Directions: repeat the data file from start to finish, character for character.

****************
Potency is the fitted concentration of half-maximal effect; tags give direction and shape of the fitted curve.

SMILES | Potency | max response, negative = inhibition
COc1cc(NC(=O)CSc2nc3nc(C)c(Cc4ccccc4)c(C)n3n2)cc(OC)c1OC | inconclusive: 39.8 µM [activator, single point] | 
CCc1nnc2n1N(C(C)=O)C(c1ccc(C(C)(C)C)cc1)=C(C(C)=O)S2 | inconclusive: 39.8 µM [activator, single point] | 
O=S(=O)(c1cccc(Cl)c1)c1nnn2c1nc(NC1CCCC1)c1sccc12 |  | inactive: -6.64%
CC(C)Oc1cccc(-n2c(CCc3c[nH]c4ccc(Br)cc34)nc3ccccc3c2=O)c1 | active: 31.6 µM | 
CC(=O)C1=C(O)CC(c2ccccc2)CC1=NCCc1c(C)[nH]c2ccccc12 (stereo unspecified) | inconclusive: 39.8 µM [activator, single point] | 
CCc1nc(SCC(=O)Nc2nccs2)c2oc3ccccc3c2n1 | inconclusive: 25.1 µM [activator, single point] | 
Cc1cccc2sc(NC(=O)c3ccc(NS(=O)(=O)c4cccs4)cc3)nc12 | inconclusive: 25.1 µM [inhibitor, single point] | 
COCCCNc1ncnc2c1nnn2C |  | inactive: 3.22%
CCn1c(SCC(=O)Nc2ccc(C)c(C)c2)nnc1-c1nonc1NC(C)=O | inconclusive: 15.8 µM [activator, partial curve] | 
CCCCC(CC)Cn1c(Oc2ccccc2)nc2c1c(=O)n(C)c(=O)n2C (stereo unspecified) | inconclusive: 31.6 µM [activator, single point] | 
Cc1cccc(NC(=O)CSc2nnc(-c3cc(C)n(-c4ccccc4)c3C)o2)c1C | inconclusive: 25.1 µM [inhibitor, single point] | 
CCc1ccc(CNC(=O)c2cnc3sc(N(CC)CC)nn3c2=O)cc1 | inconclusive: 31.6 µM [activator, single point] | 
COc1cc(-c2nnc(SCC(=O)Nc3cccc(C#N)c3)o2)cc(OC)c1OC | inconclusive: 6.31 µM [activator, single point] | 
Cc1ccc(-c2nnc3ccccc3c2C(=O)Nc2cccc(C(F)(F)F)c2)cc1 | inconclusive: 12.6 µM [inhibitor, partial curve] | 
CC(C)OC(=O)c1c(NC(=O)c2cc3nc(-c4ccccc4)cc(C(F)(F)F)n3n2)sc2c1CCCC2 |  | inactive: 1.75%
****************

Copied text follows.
Potency is the fitted concentration of half-maximal effect; tags give direction and shape of the fitted curve.

SMILES | Potency | max response, negative = inhibition
COc1cc(NC(=O)CSc2nc3nc(C)c(Cc4ccccc4)c(C)n3n2)cc(OC)c1OC | inconclusive: 39.8 µM [activator, single point] | 
CCc1nnc2n1N(C(C)=O)C(c1ccc(C(C)(C)C)cc1)=C(C(C)=O)S2 | inconclusive: 39.8 µM [activator, single point] | 
O=S(=O)(c1cccc(Cl)c1)c1nnn2c1nc(NC1CCCC1)c1sccc12 |  | inactive: -6.64%
CC(C)Oc1cccc(-n2c(CCc3c[nH]c4ccc(Br)cc34)nc3ccccc3c2=O)c1 | active: 31.6 µM | 
CC(=O)C1=C(O)CC(c2ccccc2)CC1=NCCc1c(C)[nH]c2ccccc12 (stereo unspecified) | inconclusive: 39.8 µM [activator, single point] | 
CCc1nc(SCC(=O)Nc2nccs2)c2oc3ccccc3c2n1 | inconclusive: 25.1 µM [activator, single point] | 
Cc1cccc2sc(NC(=O)c3ccc(NS(=O)(=O)c4cccs4)cc3)nc12 | inconclusive: 25.1 µM [inhibitor, single point] | 
COCCCNc1ncnc2c1nnn2C |  | inactive: 3.22%
CCn1c(SCC(=O)Nc2ccc(C)c(C)c2)nnc1-c1nonc1NC(C)=O | inconclusive: 15.8 µM [activator, partial curve] | 
CCCCC(CC)Cn1c(Oc2ccccc2)nc2c1c(=O)n(C)c(=O)n2C (stereo unspecified) | inconclusive: 31.6 µM [activator, single point] | 
Cc1cccc(NC(=O)CSc2nnc(-c3cc(C)n(-c4ccccc4)c3C)o2)c1C | inconclusive: 25.1 µM [inhibitor, single point] | 
CCc1ccc(CNC(=O)c2cnc3sc(N(CC)CC)nn3c2=O)cc1 | inconclusive: 31.6 µM [activator, single point] | 
COc1cc(-c2nnc(SCC(=O)Nc3cccc(C#N)c3)o2)cc(OC)c1OC | inconclusive: 6.31 µM [activator, single point] | 
Cc1ccc(-c2nnc3ccccc3c2C(=O)Nc2cccc(C(F)(F)F)c2)cc1 | inconclusive: 12.6 µM [inhibitor, partial curve] | 
CC(C)OC(=O)c1c(NC(=O)c2cc3nc(-c4ccccc4)cc(C(F)(F)F)n3n2)sc2c1CCCC2 |  | inactive: 1.75%